I’m not a mother. Yet I marvel at the peace I feel as her small, dark brown hands lay atop my white ones. Occasionally we silently clap to the rhythm of the song that surrounds us, examining the contrasting colors of our palms before we bring them together.
She is not my own. Yet in this instance I imagine that <em>together</em>, we feel most comfortable. Surrounded by women holding a sort of vigil, singing song after song, harmonizing in parts well rehearsed from years of church-going. For me, I am in a village, in a land, that is not my own. For Happiness, she is too young, only around 2 years old, to understand the road ahead of her—but not these women, these wives, these mothers.
Some join the group as others leave, there is a sense of constant support and shared sorrow. The beautiful colors of all the varying clothes and wrappers somehow keep the grief buoyant, hold it up to the wind moving through the tree leaves, scatter it about the dirt yards and fields reminding me what the women already know all too well—that nothing is ever static, not even moments of grief.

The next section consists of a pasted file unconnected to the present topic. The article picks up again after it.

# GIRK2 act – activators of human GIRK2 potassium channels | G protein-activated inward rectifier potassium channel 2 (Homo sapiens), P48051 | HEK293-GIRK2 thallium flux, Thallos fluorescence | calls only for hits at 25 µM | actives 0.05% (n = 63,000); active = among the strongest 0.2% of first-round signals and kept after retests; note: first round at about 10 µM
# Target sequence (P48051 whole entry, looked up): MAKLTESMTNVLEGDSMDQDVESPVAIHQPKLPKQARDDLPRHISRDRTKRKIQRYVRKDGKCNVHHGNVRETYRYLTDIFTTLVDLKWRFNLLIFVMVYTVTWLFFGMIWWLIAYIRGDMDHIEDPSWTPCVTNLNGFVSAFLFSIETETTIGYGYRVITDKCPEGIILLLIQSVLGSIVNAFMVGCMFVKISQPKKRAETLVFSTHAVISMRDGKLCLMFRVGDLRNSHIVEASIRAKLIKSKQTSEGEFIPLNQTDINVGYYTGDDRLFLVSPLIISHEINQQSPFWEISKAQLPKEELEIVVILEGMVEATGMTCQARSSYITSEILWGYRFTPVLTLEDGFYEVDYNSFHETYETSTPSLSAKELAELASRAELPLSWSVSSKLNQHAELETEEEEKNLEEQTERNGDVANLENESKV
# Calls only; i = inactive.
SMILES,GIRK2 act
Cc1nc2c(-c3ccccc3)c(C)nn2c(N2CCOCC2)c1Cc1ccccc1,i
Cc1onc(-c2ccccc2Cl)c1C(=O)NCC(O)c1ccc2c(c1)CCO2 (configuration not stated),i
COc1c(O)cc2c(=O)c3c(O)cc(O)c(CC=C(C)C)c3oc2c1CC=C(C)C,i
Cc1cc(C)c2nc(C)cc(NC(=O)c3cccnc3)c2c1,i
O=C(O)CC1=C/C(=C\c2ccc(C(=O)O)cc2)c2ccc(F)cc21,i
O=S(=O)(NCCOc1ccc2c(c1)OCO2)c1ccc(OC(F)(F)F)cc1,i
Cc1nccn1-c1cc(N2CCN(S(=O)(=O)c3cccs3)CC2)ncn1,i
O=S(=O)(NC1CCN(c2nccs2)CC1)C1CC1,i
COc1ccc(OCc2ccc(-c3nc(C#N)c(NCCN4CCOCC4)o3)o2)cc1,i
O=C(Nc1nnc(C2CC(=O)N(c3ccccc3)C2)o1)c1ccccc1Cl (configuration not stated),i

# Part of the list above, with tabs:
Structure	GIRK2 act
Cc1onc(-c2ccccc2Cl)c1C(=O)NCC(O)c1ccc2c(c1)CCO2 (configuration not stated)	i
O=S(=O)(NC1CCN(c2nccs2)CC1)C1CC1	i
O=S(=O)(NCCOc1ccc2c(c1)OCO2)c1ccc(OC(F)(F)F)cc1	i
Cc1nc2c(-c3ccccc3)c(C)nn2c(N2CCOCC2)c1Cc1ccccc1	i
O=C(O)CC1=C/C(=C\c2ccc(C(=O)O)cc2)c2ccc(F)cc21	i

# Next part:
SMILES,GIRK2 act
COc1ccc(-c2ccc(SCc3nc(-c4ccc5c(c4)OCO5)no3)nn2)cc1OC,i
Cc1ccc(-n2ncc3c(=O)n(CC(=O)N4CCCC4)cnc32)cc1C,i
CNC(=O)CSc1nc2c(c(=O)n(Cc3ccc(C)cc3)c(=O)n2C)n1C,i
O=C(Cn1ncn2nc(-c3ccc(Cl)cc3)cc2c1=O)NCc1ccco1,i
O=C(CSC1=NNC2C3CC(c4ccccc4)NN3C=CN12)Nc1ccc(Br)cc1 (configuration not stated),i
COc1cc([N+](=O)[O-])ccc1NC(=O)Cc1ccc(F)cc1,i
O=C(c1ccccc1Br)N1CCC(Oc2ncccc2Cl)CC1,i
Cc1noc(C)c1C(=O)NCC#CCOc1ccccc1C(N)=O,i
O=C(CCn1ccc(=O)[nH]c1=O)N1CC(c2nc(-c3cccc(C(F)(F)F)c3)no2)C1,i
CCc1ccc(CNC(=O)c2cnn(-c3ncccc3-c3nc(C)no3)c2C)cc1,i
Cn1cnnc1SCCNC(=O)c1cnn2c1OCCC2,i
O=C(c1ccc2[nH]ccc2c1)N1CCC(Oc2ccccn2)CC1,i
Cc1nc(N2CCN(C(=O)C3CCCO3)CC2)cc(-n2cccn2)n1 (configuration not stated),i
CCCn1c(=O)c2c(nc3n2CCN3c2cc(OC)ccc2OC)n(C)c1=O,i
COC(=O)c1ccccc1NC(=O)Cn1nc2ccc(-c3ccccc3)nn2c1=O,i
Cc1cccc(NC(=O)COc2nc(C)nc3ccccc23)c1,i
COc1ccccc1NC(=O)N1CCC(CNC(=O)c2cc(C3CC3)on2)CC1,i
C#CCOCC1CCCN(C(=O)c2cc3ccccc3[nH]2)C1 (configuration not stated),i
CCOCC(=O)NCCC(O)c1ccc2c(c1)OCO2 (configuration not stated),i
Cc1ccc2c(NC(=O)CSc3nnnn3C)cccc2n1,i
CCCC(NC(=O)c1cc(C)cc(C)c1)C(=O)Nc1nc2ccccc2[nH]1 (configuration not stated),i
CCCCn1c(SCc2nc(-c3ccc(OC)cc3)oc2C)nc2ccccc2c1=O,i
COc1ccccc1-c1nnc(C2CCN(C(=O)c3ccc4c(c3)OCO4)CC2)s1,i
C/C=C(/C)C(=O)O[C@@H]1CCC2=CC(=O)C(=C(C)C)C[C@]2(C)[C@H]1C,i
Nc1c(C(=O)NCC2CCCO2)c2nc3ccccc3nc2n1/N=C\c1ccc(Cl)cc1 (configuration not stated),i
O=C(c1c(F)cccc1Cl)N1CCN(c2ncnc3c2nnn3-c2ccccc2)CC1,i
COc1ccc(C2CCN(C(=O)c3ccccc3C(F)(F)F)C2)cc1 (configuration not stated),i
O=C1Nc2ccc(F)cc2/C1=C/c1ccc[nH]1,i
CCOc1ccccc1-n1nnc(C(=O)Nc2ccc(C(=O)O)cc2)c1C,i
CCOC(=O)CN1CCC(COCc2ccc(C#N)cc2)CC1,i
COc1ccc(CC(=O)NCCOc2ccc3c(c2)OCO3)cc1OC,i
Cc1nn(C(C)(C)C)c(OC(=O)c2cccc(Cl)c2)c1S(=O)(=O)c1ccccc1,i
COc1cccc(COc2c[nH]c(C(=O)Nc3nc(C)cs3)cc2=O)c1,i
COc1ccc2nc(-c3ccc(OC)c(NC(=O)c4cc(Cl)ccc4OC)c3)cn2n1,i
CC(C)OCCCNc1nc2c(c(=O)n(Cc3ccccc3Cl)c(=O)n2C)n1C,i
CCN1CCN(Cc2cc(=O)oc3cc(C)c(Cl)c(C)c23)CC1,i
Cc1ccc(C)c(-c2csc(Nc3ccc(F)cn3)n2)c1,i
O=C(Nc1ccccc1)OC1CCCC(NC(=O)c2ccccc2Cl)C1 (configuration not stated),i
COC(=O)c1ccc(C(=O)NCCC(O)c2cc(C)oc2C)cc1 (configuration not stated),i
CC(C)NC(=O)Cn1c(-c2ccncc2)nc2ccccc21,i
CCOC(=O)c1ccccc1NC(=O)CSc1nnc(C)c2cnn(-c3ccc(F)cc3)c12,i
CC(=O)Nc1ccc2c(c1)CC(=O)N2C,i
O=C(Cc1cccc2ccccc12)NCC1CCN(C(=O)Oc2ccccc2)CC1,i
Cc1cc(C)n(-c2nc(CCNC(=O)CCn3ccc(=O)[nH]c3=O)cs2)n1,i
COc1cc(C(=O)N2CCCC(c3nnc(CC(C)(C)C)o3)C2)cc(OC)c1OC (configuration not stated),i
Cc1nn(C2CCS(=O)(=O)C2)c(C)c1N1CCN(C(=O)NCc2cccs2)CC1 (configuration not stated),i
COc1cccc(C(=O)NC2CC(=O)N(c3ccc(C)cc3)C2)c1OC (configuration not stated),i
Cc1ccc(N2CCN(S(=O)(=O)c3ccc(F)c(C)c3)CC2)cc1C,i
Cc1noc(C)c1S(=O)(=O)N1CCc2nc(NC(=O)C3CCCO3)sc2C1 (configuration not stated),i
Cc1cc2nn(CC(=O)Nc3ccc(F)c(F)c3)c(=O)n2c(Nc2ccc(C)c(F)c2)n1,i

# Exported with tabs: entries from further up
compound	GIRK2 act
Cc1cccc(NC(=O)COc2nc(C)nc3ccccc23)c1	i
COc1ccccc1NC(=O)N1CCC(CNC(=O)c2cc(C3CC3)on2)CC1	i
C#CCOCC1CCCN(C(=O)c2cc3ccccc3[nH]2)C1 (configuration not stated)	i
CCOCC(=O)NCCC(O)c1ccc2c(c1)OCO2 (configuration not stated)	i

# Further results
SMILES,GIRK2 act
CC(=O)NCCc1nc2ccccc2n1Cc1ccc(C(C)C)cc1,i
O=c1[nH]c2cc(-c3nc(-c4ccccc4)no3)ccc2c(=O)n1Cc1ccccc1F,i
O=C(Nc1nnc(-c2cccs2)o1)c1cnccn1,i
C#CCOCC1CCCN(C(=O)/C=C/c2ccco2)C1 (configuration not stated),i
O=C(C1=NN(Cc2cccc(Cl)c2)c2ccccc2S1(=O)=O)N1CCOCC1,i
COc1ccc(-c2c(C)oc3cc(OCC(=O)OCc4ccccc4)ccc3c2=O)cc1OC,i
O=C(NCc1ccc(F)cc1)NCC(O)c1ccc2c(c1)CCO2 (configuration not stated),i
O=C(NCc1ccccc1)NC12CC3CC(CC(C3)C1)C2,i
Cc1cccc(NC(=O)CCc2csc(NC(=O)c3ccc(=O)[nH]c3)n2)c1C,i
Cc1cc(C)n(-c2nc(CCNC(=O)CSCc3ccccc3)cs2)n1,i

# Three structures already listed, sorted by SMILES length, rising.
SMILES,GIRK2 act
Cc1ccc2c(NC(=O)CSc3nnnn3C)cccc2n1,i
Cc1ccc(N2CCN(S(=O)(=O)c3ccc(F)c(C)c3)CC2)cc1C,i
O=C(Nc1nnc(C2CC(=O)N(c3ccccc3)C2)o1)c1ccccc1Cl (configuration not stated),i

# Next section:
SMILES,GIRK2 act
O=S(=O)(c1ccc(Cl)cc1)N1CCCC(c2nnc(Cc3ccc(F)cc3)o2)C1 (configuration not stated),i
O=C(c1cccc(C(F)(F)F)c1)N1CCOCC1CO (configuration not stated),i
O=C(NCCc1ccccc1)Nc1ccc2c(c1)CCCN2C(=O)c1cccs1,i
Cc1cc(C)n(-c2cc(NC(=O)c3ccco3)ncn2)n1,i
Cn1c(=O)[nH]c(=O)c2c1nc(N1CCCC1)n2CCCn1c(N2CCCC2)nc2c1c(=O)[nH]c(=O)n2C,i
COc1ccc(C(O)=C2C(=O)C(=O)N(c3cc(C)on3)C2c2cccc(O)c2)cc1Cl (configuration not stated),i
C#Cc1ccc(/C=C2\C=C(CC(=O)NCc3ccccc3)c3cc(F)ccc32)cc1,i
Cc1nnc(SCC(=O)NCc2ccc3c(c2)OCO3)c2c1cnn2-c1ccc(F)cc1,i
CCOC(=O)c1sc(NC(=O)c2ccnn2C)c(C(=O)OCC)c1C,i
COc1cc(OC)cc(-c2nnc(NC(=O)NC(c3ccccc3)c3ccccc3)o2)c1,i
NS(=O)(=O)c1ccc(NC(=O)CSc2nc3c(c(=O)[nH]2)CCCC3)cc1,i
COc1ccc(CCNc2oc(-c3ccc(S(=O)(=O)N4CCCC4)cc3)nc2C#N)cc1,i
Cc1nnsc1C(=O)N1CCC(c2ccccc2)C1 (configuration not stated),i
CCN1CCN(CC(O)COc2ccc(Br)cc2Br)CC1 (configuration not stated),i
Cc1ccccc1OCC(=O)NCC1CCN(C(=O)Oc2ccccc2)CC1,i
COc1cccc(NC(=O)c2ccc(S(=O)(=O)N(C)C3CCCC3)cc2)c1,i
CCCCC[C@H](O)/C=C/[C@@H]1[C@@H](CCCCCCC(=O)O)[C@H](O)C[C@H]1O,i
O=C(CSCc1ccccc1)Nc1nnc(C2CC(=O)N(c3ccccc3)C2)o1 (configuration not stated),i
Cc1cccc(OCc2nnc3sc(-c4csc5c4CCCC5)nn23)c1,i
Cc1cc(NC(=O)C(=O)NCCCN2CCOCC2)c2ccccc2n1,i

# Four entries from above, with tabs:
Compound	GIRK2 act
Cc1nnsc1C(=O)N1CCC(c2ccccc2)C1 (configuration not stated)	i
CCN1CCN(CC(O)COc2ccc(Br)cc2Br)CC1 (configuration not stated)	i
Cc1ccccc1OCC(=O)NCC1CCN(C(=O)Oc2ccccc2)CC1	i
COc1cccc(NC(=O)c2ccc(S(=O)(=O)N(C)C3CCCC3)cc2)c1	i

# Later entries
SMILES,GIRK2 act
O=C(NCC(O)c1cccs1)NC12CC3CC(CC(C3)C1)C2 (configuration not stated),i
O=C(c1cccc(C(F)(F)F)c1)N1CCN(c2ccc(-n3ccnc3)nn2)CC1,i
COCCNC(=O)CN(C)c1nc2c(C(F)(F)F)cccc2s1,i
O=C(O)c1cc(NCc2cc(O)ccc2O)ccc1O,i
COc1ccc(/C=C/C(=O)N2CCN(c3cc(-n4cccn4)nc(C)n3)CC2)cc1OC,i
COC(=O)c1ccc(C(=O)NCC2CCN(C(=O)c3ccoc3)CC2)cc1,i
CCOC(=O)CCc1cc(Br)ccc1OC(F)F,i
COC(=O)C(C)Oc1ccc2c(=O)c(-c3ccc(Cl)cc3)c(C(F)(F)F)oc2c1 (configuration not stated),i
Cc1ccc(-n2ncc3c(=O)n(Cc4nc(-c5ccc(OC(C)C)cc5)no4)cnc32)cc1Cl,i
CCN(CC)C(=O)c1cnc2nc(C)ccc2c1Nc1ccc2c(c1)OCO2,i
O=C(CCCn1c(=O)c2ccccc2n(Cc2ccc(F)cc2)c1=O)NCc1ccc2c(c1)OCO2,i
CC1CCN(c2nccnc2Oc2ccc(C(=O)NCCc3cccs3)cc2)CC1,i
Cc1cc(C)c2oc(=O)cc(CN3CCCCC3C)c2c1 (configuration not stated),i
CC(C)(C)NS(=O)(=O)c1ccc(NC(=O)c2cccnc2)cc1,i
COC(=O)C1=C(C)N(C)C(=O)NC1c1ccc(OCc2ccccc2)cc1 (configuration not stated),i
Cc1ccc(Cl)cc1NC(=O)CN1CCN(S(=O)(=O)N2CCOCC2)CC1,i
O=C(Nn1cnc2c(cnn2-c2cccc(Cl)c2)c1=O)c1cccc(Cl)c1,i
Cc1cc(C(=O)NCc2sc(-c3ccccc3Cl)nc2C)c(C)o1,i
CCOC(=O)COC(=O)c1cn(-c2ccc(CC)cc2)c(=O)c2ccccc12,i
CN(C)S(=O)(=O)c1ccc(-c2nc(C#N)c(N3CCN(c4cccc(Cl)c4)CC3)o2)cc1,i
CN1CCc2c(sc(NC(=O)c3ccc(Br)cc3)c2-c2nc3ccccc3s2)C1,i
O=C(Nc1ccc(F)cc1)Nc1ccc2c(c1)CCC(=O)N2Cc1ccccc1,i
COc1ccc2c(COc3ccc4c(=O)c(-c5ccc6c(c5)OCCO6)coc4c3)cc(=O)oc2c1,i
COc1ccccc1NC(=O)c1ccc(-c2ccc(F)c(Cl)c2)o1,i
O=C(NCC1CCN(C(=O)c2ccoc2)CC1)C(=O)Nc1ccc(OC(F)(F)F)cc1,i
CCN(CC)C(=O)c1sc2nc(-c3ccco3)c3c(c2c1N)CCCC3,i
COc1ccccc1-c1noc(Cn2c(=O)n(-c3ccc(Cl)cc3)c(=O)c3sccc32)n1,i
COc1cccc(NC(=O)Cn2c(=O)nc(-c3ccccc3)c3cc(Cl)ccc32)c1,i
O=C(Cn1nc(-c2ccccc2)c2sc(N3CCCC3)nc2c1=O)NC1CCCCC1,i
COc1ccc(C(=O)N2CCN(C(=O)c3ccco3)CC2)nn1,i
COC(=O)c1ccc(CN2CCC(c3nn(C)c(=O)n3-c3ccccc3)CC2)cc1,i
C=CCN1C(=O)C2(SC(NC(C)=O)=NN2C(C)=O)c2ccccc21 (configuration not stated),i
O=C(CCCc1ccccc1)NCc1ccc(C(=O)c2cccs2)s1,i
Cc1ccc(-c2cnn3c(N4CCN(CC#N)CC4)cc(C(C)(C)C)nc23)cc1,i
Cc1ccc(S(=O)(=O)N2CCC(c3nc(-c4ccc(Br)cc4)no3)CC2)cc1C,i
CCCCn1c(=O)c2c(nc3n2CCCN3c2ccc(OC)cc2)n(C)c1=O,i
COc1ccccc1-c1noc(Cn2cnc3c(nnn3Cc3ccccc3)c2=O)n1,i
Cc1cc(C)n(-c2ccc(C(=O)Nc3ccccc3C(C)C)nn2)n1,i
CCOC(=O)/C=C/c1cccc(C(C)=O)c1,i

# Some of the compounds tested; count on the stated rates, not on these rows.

Her weight on my lap is slight and I worry that she has appeared weak and listless these past weeks. Is it my imagination or is she indeed thinner, her stomach more distended? I think about being a mother here. How would I continue to love, to keep my heart open, with the constant specter of death? Here, anywhere.
I am not a mother, though here they would laugh at me and say this is wrong. You are a woman. You sit with us in our rest. Your eyes sting with ours as we cook over the fire. You go to our children when they are in need. You are their mama too.
I will cook Happiness lentils and offer her some of the protein she lacks. I will honor her bravery as we walk across the dirt compound for our daily stroll, her hand only able to wrap around one of my fingers—I will remember that she no longer cries when she sees me, as she did for the first three months, my color so foreign to her. And after coming so far, I will know that eventually I will leave her world and say good-bye to her forever.
But even still, I will try to be a good mother. I will try to ensure that when her magnificent brown eyes look into mine, they will somehow see a reflection of her extraordinariness—and I will wonder, can that reflection remain, no matter what lays ahead of her as a woman, a mother, a daughter of the soil of Africa?